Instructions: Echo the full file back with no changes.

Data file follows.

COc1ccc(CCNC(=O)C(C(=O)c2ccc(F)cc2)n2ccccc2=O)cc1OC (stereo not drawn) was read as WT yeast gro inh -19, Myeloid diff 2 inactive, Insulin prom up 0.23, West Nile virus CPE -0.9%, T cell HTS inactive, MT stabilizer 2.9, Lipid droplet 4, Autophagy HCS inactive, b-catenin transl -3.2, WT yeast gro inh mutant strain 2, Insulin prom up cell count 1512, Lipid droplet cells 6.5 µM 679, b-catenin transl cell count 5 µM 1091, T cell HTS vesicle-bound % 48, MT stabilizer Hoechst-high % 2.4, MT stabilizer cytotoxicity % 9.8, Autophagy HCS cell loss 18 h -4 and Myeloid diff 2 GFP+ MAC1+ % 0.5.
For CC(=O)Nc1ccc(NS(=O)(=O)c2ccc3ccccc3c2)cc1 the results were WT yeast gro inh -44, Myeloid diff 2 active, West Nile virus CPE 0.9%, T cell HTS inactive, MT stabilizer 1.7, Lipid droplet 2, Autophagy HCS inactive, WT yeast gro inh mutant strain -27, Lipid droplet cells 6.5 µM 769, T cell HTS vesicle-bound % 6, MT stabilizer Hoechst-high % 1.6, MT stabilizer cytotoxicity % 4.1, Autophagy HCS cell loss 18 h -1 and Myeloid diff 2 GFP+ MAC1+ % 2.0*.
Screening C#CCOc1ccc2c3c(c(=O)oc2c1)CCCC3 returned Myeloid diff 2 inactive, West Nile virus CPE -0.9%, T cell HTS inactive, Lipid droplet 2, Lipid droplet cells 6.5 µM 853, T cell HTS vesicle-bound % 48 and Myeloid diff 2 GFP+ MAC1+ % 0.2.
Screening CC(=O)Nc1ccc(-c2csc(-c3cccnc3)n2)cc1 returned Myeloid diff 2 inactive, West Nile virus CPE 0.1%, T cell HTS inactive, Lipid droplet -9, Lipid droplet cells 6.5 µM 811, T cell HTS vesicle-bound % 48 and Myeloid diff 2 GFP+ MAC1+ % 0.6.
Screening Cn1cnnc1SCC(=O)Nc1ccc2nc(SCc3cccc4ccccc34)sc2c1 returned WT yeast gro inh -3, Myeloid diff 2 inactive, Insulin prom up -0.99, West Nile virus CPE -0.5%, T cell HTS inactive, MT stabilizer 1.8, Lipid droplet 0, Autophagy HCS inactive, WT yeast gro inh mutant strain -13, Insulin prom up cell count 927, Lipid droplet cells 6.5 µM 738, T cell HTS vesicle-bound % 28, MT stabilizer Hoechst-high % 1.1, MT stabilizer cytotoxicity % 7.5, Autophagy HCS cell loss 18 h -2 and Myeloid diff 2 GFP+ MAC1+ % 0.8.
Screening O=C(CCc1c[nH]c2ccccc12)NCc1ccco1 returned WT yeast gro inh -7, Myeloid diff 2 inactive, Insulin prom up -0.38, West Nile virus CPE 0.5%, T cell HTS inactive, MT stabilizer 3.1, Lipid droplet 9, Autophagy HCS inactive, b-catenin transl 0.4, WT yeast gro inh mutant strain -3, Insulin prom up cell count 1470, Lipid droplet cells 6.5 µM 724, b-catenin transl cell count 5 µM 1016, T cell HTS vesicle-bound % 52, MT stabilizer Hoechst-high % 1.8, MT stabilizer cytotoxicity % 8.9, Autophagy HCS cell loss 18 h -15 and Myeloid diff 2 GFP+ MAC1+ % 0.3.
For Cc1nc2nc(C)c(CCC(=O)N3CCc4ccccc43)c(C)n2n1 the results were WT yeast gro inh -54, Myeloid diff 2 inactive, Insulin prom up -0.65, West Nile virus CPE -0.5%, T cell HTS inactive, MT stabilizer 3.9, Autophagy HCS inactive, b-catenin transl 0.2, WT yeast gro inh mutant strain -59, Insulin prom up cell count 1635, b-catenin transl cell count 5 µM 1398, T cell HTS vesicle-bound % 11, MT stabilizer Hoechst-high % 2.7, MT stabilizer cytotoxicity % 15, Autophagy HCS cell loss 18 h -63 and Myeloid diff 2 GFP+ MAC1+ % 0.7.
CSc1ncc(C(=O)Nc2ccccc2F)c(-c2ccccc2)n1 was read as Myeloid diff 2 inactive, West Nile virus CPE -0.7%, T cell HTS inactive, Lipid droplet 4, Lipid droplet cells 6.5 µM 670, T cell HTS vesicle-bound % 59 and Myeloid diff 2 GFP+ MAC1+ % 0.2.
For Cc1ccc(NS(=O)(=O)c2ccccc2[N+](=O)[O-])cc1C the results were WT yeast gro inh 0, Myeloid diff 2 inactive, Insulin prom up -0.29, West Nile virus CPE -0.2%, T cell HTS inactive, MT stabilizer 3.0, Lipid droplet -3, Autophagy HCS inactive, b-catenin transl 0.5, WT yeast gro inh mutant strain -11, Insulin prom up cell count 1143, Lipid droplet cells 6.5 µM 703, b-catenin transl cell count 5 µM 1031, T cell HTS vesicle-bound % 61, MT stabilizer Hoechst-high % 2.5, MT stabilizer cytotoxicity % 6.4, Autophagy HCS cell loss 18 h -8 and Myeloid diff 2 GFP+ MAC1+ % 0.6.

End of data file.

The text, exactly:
COc1ccc(CCNC(=O)C(C(=O)c2ccc(F)cc2)n2ccccc2=O)cc1OC (stereo not drawn) was read as WT yeast gro inh -19, Myeloid diff 2 inactive, Insulin prom up 0.23, West Nile virus CPE -0.9%, T cell HTS inactive, MT stabilizer 2.9, Lipid droplet 4, Autophagy HCS inactive, b-catenin transl -3.2, WT yeast gro inh mutant strain 2, Insulin prom up cell count 1512, Lipid droplet cells 6.5 µM 679, b-catenin transl cell count 5 µM 1091, T cell HTS vesicle-bound % 48, MT stabilizer Hoechst-high % 2.4, MT stabilizer cytotoxicity % 9.8, Autophagy HCS cell loss 18 h -4 and Myeloid diff 2 GFP+ MAC1+ % 0.5.
For CC(=O)Nc1ccc(NS(=O)(=O)c2ccc3ccccc3c2)cc1 the results were WT yeast gro inh -44, Myeloid diff 2 active, West Nile virus CPE 0.9%, T cell HTS inactive, MT stabilizer 1.7, Lipid droplet 2, Autophagy HCS inactive, WT yeast gro inh mutant strain -27, Lipid droplet cells 6.5 µM 769, T cell HTS vesicle-bound % 6, MT stabilizer Hoechst-high % 1.6, MT stabilizer cytotoxicity % 4.1, Autophagy HCS cell loss 18 h -1 and Myeloid diff 2 GFP+ MAC1+ % 2.0*.
Screening C#CCOc1ccc2c3c(c(=O)oc2c1)CCCC3 returned Myeloid diff 2 inactive, West Nile virus CPE -0.9%, T cell HTS inactive, Lipid droplet 2, Lipid droplet cells 6.5 µM 853, T cell HTS vesicle-bound % 48 and Myeloid diff 2 GFP+ MAC1+ % 0.2.
Screening CC(=O)Nc1ccc(-c2csc(-c3cccnc3)n2)cc1 returned Myeloid diff 2 inactive, West Nile virus CPE 0.1%, T cell HTS inactive, Lipid droplet -9, Lipid droplet cells 6.5 µM 811, T cell HTS vesicle-bound % 48 and Myeloid diff 2 GFP+ MAC1+ % 0.6.
Screening Cn1cnnc1SCC(=O)Nc1ccc2nc(SCc3cccc4ccccc34)sc2c1 returned WT yeast gro inh -3, Myeloid diff 2 inactive, Insulin prom up -0.99, West Nile virus CPE -0.5%, T cell HTS inactive, MT stabilizer 1.8, Lipid droplet 0, Autophagy HCS inactive, WT yeast gro inh mutant strain -13, Insulin prom up cell count 927, Lipid droplet cells 6.5 µM 738, T cell HTS vesicle-bound % 28, MT stabilizer Hoechst-high % 1.1, MT stabilizer cytotoxicity % 7.5, Autophagy HCS cell loss 18 h -2 and Myeloid diff 2 GFP+ MAC1+ % 0.8.
Screening O=C(CCc1c[nH]c2ccccc12)NCc1ccco1 returned WT yeast gro inh -7, Myeloid diff 2 inactive, Insulin prom up -0.38, West Nile virus CPE 0.5%, T cell HTS inactive, MT stabilizer 3.1, Lipid droplet 9, Autophagy HCS inactive, b-catenin transl 0.4, WT yeast gro inh mutant strain -3, Insulin prom up cell count 1470, Lipid droplet cells 6.5 µM 724, b-catenin transl cell count 5 µM 1016, T cell HTS vesicle-bound % 52, MT stabilizer Hoechst-high % 1.8, MT stabilizer cytotoxicity % 8.9, Autophagy HCS cell loss 18 h -15 and Myeloid diff 2 GFP+ MAC1+ % 0.3.
For Cc1nc2nc(C)c(CCC(=O)N3CCc4ccccc43)c(C)n2n1 the results were WT yeast gro inh -54, Myeloid diff 2 inactive, Insulin prom up -0.65, West Nile virus CPE -0.5%, T cell HTS inactive, MT stabilizer 3.9, Autophagy HCS inactive, b-catenin transl 0.2, WT yeast gro inh mutant strain -59, Insulin prom up cell count 1635, b-catenin transl cell count 5 µM 1398, T cell HTS vesicle-bound % 11, MT stabilizer Hoechst-high % 2.7, MT stabilizer cytotoxicity % 15, Autophagy HCS cell loss 18 h -63 and Myeloid diff 2 GFP+ MAC1+ % 0.7.
CSc1ncc(C(=O)Nc2ccccc2F)c(-c2ccccc2)n1 was read as Myeloid diff 2 inactive, West Nile virus CPE -0.7%, T cell HTS inactive, Lipid droplet 4, Lipid droplet cells 6.5 µM 670, T cell HTS vesicle-bound % 59 and Myeloid diff 2 GFP+ MAC1+ % 0.2.
For Cc1ccc(NS(=O)(=O)c2ccccc2[N+](=O)[O-])cc1C the results were WT yeast gro inh 0, Myeloid diff 2 inactive, Insulin prom up -0.29, West Nile virus CPE -0.2%, T cell HTS inactive, MT stabilizer 3.0, Lipid droplet -3, Autophagy HCS inactive, b-catenin transl 0.5, WT yeast gro inh mutant strain -11, Insulin prom up cell count 1143, Lipid droplet cells 6.5 µM 703, b-catenin transl cell count 5 µM 1031, T cell HTS vesicle-bound % 61, MT stabilizer Hoechst-high % 2.5, MT stabilizer cytotoxicity % 6.4, Autophagy HCS cell loss 18 h -8 and Myeloid diff 2 GFP+ MAC1+ % 0.6.